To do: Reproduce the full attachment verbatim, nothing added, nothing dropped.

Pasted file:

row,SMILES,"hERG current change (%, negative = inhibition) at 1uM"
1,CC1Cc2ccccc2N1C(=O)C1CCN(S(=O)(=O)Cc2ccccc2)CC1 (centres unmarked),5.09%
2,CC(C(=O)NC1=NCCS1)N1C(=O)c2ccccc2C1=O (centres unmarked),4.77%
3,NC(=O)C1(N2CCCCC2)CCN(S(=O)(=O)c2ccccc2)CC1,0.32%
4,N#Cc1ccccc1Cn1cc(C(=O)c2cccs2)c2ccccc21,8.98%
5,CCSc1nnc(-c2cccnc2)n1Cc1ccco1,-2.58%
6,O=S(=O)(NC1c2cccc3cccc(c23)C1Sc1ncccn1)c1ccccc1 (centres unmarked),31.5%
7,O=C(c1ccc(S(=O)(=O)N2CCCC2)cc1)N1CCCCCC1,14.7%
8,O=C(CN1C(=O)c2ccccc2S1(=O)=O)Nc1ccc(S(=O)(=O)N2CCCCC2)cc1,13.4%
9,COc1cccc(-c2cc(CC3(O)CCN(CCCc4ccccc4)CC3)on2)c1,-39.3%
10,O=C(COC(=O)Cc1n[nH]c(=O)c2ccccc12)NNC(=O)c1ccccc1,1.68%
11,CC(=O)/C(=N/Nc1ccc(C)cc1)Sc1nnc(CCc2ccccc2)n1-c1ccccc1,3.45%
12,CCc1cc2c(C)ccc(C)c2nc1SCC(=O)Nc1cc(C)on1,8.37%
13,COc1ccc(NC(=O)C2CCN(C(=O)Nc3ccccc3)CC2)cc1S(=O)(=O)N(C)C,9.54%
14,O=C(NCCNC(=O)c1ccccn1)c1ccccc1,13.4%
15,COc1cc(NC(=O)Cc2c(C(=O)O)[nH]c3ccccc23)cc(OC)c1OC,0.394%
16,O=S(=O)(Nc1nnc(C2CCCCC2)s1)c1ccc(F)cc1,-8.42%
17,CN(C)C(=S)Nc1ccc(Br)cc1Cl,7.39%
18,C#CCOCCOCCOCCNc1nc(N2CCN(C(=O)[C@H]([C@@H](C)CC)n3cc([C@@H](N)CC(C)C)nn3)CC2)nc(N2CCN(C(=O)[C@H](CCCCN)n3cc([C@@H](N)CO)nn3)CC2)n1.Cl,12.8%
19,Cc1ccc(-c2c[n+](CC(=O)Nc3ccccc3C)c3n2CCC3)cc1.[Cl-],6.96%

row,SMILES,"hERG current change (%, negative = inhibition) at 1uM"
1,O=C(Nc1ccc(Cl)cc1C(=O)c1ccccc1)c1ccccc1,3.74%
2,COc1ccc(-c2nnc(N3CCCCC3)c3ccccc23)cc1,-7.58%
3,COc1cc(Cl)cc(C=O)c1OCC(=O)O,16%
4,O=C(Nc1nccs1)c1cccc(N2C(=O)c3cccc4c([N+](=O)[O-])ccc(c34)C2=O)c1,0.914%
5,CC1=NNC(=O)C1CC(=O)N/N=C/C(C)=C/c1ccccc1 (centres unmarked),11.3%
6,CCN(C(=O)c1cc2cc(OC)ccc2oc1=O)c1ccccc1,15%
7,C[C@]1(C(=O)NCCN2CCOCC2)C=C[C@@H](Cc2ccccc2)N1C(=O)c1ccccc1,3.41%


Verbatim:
row,SMILES,"hERG current change (%, negative = inhibition) at 1uM"
1,CC1Cc2ccccc2N1C(=O)C1CCN(S(=O)(=O)Cc2ccccc2)CC1 (centres unmarked),5.09%
2,CC(C(=O)NC1=NCCS1)N1C(=O)c2ccccc2C1=O (centres unmarked),4.77%
3,NC(=O)C1(N2CCCCC2)CCN(S(=O)(=O)c2ccccc2)CC1,0.32%
4,N#Cc1ccccc1Cn1cc(C(=O)c2cccs2)c2ccccc21,8.98%
5,CCSc1nnc(-c2cccnc2)n1Cc1ccco1,-2.58%
6,O=S(=O)(NC1c2cccc3cccc(c23)C1Sc1ncccn1)c1ccccc1 (centres unmarked),31.5%
7,O=C(c1ccc(S(=O)(=O)N2CCCC2)cc1)N1CCCCCC1,14.7%
8,O=C(CN1C(=O)c2ccccc2S1(=O)=O)Nc1ccc(S(=O)(=O)N2CCCCC2)cc1,13.4%
9,COc1cccc(-c2cc(CC3(O)CCN(CCCc4ccccc4)CC3)on2)c1,-39.3%
10,O=C(COC(=O)Cc1n[nH]c(=O)c2ccccc12)NNC(=O)c1ccccc1,1.68%
11,CC(=O)/C(=N/Nc1ccc(C)cc1)Sc1nnc(CCc2ccccc2)n1-c1ccccc1,3.45%
12,CCc1cc2c(C)ccc(C)c2nc1SCC(=O)Nc1cc(C)on1,8.37%
13,COc1ccc(NC(=O)C2CCN(C(=O)Nc3ccccc3)CC2)cc1S(=O)(=O)N(C)C,9.54%
14,O=C(NCCNC(=O)c1ccccn1)c1ccccc1,13.4%
15,COc1cc(NC(=O)Cc2c(C(=O)O)[nH]c3ccccc23)cc(OC)c1OC,0.394%
16,O=S(=O)(Nc1nnc(C2CCCCC2)s1)c1ccc(F)cc1,-8.42%
17,CN(C)C(=S)Nc1ccc(Br)cc1Cl,7.39%
18,C#CCOCCOCCOCCNc1nc(N2CCN(C(=O)[C@H]([C@@H](C)CC)n3cc([C@@H](N)CC(C)C)nn3)CC2)nc(N2CCN(C(=O)[C@H](CCCCN)n3cc([C@@H](N)CO)nn3)CC2)n1.Cl,12.8%
19,Cc1ccc(-c2c[n+](CC(=O)Nc3ccccc3C)c3n2CCC3)cc1.[Cl-],6.96%

row,SMILES,"hERG current change (%, negative = inhibition) at 1uM"
1,O=C(Nc1ccc(Cl)cc1C(=O)c1ccccc1)c1ccccc1,3.74%
2,COc1ccc(-c2nnc(N3CCCCC3)c3ccccc23)cc1,-7.58%
3,COc1cc(Cl)cc(C=O)c1OCC(=O)O,16%
4,O=C(Nc1nccs1)c1cccc(N2C(=O)c3cccc4c([N+](=O)[O-])ccc(c34)C2=O)c1,0.914%
5,CC1=NNC(=O)C1CC(=O)N/N=C/C(C)=C/c1ccccc1 (centres unmarked),11.3%
6,CCN(C(=O)c1cc2cc(OC)ccc2oc1=O)c1ccccc1,15%
7,C[C@]1(C(=O)NCCN2CCOCC2)C=C[C@@H](Cc2ccccc2)N1C(=O)c1ccccc1,3.41%